“The patterns of life that modernity engenders can only be practiced by a small minority of the world’s population. Asia’s historical experience demonstrates that our planet will not allow these patterns of living to be adopted by every human being. Every family in the world cannot have two cars, a washing machine, and a refrigerator – not because of technical or economic limitations but because humanity would asphyxiate in the process.”
That’s Amitav Ghosh in his book The Great Derangement, with what is a fair summary of the core concept behind Make Wealth History. Coming at this from a British viewpoint, I add the idea that the richest nations need to scale back their lifestyles to make ecological space. From Ghosh’s Indian perspective, it’s more a matter of finding alternative paths to development, and rejecting the Western model of consumerism.
In that, India has precedent. “God forbid that India should ever take to industrialism after the manner of the West,” Gandhi wrote in 1928. “If an entire nation of 300 million took to similar economic exploitation, it would strip the world bare like locusts.”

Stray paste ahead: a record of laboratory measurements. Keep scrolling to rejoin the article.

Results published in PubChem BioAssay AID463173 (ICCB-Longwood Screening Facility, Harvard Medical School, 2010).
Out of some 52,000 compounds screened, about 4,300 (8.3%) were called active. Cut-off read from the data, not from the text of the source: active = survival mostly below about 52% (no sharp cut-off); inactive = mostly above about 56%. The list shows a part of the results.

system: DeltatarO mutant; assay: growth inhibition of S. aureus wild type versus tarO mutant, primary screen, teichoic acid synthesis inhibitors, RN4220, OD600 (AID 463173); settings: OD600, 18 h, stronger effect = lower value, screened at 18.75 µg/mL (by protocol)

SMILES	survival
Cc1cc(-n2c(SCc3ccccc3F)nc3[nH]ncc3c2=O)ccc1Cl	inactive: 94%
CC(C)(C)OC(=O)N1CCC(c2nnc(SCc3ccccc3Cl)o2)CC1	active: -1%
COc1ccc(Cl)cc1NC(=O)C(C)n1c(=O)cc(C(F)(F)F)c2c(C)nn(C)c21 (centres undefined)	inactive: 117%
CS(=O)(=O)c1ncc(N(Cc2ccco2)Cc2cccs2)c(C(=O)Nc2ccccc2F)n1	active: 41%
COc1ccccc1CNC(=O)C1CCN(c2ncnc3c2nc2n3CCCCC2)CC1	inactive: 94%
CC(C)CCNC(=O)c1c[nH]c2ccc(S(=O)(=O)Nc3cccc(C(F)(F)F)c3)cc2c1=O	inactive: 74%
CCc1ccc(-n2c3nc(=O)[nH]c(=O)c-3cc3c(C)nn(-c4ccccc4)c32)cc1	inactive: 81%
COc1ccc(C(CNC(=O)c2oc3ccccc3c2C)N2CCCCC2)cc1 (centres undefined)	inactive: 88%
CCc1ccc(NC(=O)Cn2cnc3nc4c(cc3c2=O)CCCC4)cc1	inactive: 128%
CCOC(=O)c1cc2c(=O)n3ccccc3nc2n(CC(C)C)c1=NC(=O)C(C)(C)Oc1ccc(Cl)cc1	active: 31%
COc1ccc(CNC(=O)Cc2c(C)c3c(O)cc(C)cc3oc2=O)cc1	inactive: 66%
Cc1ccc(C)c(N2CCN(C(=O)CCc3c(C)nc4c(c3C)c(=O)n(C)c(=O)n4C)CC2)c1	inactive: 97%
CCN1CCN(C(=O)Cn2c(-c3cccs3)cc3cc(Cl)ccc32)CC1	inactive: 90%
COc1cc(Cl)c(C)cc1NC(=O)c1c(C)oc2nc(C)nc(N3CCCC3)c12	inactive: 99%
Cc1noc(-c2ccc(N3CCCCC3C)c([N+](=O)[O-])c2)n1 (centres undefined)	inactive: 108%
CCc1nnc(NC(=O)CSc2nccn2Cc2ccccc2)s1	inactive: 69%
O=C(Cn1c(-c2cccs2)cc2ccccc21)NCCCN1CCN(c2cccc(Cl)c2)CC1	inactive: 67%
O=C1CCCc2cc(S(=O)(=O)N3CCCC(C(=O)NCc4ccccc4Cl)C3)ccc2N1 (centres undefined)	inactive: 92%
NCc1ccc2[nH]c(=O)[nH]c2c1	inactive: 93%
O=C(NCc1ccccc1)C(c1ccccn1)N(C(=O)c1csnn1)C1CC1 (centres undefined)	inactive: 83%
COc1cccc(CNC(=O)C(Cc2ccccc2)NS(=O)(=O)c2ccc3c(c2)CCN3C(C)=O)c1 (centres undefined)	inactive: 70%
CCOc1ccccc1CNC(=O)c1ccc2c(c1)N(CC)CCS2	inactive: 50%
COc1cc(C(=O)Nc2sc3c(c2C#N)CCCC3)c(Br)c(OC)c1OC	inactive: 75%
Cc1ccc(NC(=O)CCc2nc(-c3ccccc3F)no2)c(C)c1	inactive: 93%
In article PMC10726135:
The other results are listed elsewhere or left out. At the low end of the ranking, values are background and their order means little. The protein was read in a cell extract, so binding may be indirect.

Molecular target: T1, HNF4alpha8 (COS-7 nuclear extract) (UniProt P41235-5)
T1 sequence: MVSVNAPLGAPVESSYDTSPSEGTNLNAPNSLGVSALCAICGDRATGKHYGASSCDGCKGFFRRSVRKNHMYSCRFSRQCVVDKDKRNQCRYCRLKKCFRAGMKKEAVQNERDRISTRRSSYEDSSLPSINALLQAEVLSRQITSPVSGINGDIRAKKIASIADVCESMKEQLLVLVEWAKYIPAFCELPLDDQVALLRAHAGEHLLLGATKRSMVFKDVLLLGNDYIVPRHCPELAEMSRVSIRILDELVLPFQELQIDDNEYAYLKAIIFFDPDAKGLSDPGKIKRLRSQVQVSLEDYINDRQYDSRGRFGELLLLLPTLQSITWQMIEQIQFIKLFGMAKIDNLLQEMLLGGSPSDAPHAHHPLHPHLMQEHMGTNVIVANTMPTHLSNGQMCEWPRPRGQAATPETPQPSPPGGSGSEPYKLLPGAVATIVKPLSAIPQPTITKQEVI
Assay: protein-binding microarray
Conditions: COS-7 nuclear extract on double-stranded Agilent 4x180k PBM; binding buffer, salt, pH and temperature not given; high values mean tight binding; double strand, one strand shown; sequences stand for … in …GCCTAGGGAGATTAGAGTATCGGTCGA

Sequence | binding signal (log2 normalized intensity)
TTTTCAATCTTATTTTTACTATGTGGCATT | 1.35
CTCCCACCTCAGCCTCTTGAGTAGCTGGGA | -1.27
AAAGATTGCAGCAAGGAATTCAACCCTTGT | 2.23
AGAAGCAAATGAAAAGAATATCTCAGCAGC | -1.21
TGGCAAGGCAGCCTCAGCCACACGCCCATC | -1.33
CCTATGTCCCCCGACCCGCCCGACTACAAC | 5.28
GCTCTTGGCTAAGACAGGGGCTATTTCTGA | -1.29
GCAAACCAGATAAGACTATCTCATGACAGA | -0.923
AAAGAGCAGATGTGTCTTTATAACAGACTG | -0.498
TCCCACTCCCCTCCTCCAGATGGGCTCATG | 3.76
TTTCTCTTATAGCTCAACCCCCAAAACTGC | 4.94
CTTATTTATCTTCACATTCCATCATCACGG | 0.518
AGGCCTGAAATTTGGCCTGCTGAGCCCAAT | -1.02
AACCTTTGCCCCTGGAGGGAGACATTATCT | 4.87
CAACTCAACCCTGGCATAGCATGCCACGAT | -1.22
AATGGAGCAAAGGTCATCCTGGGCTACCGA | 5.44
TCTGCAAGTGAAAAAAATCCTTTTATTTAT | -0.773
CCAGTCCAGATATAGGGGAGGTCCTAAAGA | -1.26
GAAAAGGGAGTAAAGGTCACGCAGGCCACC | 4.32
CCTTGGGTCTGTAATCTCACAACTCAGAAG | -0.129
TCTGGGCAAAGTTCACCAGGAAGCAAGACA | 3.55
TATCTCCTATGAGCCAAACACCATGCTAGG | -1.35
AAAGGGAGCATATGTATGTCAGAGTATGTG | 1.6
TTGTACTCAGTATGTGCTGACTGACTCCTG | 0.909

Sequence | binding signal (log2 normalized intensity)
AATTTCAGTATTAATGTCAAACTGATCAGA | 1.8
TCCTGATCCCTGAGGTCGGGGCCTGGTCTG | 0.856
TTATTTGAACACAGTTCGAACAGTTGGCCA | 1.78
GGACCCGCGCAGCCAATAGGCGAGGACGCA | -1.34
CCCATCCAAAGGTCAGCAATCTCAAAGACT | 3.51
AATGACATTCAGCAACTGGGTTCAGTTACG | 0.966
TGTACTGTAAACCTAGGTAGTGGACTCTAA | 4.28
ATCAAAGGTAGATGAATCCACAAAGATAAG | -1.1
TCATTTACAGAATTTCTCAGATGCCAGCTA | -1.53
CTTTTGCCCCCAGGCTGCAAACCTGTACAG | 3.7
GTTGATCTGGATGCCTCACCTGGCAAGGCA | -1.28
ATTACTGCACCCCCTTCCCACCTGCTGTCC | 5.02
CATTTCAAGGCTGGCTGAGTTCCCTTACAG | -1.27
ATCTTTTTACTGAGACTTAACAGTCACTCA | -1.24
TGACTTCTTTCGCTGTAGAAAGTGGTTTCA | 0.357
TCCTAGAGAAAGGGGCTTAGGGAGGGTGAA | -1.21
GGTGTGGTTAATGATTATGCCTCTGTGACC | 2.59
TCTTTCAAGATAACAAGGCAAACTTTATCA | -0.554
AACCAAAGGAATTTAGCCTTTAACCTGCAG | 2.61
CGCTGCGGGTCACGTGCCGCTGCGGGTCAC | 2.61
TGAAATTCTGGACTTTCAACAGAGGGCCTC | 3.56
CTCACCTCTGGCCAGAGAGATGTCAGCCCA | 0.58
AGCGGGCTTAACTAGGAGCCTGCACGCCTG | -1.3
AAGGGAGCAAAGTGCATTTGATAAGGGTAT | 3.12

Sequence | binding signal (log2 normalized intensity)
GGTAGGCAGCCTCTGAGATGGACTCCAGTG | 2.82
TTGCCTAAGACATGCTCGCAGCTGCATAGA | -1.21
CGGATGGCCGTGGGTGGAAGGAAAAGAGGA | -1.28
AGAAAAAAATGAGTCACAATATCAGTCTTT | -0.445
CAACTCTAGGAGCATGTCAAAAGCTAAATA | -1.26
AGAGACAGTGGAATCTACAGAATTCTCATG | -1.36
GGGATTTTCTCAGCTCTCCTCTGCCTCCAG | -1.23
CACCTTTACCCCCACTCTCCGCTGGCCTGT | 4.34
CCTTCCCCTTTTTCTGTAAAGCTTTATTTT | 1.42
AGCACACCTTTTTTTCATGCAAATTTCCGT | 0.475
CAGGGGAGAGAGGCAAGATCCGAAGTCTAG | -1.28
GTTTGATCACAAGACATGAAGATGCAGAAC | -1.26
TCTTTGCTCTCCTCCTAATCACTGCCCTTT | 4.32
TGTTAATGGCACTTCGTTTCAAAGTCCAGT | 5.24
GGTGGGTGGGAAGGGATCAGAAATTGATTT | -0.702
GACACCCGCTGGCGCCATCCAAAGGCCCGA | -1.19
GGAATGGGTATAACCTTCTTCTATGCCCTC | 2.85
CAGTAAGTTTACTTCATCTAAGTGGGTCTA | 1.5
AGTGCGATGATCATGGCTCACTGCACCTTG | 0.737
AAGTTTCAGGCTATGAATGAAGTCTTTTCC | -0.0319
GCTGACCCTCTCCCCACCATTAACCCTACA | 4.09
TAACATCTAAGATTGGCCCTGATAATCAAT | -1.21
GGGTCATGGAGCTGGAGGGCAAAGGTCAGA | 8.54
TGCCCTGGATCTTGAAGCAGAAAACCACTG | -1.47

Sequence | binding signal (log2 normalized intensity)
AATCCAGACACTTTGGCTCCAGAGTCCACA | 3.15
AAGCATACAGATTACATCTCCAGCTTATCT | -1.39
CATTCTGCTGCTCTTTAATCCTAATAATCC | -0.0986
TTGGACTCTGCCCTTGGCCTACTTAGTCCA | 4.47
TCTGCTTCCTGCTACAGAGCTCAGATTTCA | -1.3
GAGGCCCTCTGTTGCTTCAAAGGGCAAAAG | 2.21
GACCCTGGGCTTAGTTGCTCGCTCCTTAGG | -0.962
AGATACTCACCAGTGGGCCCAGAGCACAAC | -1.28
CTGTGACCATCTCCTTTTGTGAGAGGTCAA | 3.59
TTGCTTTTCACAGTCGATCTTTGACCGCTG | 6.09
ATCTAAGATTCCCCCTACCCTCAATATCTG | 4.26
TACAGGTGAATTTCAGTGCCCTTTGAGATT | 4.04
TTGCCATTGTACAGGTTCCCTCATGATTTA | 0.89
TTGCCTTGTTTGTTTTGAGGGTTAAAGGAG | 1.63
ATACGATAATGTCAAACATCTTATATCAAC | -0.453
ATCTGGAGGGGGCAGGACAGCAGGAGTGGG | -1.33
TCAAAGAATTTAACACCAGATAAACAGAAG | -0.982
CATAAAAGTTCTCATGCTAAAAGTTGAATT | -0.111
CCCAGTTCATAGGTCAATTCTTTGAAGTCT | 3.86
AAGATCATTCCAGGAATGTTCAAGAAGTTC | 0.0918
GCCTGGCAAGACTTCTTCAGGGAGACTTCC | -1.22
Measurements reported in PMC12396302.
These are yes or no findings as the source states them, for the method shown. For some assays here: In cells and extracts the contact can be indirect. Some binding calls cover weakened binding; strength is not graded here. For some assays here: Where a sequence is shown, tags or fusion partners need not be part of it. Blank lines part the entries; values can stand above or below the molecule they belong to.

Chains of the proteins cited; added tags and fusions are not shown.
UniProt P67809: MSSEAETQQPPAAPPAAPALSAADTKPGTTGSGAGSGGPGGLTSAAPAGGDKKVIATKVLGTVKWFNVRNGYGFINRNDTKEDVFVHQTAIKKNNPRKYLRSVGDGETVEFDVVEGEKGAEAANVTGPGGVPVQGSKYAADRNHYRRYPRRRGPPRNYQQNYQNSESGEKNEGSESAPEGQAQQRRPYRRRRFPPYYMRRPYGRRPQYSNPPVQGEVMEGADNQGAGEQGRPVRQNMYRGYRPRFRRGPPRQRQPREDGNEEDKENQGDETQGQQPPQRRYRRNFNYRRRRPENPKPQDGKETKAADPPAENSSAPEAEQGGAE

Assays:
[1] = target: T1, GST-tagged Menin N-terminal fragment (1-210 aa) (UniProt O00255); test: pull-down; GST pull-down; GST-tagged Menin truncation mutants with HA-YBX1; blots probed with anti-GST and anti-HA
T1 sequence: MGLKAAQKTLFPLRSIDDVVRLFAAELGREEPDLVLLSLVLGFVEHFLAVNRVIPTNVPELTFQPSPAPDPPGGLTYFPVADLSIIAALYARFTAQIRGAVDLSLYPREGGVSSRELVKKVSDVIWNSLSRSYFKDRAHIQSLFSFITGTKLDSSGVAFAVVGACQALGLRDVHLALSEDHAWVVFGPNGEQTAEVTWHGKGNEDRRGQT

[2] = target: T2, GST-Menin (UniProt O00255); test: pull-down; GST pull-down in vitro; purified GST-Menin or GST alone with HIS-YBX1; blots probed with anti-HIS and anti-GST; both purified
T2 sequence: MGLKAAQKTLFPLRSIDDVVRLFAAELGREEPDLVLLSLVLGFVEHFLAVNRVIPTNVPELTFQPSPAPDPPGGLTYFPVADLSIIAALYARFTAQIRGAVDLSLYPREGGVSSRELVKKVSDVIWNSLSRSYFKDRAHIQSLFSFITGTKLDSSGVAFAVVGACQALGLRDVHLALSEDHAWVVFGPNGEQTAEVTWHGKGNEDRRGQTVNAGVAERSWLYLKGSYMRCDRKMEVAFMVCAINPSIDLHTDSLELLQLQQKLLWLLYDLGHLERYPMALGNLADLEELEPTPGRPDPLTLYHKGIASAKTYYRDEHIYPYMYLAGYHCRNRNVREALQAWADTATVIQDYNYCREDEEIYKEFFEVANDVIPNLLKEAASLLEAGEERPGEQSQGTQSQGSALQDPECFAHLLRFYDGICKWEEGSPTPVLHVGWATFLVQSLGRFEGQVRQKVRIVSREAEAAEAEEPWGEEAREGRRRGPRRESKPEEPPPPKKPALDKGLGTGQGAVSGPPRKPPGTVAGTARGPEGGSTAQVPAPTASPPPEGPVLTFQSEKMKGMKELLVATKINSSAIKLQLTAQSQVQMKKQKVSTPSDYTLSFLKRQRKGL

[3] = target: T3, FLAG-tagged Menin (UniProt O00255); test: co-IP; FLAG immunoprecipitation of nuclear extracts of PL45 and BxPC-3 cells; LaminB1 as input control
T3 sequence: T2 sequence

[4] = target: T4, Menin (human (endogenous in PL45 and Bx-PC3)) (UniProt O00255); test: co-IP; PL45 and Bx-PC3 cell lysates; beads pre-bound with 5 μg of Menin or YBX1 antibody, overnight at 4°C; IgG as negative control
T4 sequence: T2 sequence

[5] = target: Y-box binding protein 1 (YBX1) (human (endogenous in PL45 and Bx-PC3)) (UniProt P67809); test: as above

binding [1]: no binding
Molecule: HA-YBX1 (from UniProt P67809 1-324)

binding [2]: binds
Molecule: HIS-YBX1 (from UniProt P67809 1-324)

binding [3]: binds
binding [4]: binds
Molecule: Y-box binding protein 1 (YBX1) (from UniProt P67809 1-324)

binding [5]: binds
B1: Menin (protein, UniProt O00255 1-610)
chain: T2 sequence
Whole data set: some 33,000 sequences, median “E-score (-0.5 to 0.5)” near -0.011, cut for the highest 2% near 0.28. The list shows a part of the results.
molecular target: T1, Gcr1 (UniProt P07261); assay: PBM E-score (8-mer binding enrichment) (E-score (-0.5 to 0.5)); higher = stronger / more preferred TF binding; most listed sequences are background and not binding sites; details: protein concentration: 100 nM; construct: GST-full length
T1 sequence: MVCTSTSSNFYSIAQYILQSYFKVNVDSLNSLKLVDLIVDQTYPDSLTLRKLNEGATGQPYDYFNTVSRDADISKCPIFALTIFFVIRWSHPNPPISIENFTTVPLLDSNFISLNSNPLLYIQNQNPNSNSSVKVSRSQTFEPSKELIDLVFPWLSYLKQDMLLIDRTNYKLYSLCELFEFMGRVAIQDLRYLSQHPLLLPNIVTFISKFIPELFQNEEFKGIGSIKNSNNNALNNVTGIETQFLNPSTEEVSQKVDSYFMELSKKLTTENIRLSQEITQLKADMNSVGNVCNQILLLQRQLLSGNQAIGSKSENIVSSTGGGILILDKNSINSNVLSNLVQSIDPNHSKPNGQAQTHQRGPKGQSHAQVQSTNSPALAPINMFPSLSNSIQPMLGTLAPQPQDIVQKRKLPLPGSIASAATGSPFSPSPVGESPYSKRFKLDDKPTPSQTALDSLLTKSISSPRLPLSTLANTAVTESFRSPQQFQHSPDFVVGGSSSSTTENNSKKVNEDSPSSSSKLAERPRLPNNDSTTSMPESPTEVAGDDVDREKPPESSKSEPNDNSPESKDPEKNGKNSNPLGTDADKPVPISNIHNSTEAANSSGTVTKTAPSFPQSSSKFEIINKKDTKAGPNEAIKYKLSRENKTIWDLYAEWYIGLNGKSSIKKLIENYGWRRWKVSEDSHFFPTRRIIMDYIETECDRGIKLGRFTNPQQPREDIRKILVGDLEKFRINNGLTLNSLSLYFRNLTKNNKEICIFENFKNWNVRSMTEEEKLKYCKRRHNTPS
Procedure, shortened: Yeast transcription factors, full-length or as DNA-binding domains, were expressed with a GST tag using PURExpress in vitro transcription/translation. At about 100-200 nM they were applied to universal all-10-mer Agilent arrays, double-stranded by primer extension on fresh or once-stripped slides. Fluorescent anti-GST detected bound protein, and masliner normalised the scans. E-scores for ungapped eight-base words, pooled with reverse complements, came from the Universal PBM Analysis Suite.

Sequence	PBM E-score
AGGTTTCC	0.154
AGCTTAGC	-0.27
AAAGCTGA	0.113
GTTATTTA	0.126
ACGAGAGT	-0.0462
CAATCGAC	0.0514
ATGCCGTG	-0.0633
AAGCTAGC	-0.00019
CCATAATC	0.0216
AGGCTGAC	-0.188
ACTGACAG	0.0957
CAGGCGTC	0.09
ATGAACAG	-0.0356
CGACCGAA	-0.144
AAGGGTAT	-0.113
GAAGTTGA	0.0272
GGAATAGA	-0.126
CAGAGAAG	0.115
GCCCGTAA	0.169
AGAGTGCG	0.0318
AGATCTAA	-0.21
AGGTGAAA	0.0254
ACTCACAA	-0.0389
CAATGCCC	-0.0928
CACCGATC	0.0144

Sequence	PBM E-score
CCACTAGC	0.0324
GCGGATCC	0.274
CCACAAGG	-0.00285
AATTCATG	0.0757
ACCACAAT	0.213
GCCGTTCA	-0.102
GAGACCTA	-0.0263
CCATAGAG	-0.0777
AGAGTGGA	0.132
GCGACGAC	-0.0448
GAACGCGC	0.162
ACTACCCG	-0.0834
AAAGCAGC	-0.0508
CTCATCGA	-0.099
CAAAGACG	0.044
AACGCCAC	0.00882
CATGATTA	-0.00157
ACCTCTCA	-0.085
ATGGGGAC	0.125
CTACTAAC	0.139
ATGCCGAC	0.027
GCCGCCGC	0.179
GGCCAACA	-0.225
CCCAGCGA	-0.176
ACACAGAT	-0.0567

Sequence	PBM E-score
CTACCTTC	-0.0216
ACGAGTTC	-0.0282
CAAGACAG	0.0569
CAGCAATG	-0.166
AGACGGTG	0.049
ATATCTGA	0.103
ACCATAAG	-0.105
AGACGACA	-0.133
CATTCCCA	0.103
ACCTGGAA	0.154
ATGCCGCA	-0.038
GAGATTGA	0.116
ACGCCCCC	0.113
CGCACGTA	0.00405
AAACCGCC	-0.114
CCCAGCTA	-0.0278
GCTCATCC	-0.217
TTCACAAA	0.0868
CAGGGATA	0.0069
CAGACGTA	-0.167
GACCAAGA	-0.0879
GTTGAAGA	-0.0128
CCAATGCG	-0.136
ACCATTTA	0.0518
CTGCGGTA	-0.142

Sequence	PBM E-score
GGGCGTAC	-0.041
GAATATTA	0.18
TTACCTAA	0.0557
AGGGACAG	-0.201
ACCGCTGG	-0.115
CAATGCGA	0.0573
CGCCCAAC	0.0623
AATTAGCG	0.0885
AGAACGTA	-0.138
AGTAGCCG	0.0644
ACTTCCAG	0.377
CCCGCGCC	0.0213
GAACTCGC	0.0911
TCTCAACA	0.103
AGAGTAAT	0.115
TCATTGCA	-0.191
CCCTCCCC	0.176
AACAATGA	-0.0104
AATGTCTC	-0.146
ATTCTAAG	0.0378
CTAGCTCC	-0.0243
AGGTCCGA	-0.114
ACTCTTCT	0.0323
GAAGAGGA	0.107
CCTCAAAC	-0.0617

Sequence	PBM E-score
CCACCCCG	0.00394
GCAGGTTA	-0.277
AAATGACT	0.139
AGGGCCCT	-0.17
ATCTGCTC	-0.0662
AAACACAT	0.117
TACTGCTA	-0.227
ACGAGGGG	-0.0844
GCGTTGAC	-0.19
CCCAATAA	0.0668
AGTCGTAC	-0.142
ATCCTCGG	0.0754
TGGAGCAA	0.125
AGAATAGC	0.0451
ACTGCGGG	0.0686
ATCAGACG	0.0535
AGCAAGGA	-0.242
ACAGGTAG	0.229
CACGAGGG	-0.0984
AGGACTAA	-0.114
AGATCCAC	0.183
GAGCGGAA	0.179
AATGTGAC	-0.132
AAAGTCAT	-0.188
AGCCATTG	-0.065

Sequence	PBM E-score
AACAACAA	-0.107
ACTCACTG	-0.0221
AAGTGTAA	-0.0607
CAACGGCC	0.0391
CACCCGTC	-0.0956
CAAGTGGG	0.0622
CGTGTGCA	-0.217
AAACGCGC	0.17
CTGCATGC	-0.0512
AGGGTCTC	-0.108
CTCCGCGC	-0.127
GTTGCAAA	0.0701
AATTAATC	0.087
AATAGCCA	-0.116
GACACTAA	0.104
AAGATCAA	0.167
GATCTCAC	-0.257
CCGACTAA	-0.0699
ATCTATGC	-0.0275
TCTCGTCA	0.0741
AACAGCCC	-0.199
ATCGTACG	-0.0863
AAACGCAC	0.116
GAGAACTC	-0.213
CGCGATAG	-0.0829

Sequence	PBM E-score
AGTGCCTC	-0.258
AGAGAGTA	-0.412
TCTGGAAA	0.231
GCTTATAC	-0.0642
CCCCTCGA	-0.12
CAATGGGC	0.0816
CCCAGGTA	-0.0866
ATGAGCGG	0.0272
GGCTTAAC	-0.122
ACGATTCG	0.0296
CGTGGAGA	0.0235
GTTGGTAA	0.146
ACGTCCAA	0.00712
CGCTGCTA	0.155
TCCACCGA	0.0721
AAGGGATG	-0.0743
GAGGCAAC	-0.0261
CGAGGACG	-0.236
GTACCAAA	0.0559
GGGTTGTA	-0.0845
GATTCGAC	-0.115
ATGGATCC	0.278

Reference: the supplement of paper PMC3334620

Fast forward 90 years, and India is a billion souls larger than in Gandhi’s time, and bent on exactly that form of industrialisation. So is China, with another 1.3 billion.
As Ghosh explains, there’s a key difference between Western environmental impact and Asia’s. The West’s represents an expansion in ecological footprint for a smaller number of people, sustained over 150 years. Asia’s impact is from a smaller and faster expansion, but for a much larger population.
Lifestyles across much of India and China could expand much further yet, and that puts the fate of the climate firmly in Asian hands. If the drive for industrialisation continues, and China and India have every right to continue, then climate change is unstoppable. On the other hand, Ghosh points out that climate change will affect more people in Asia than anywhere else, something he describes in his detailed exploration of Mumbai’s vulnerability to storms and flooding.
What does any of this mean for those of us in the rich world? By no means does it cede responsibility for climate change to Asia, given our historic emissions, high per-capita footprints and wasteful cultures of consumerism. We need to get our own house in order. But it’s also worth considering that if a climate change solution doesn’t work for Asia, it doesn’t ultimately work. That goes for international agreements in particular, but also for key technologies, lifestyle habits, ideologies and economic models.
That should be a lesson for Eurocentric commentators like myself, which is what I’ve been thinking about since reading Ghosh’s book, and in reading a broader set of news sources this year. Problems and solutions around climate change tend to bounce around an echo chamber of green blogs and news sites, and I’m going to try and make a more conscious effort to keep asking how those developments play in China and India.
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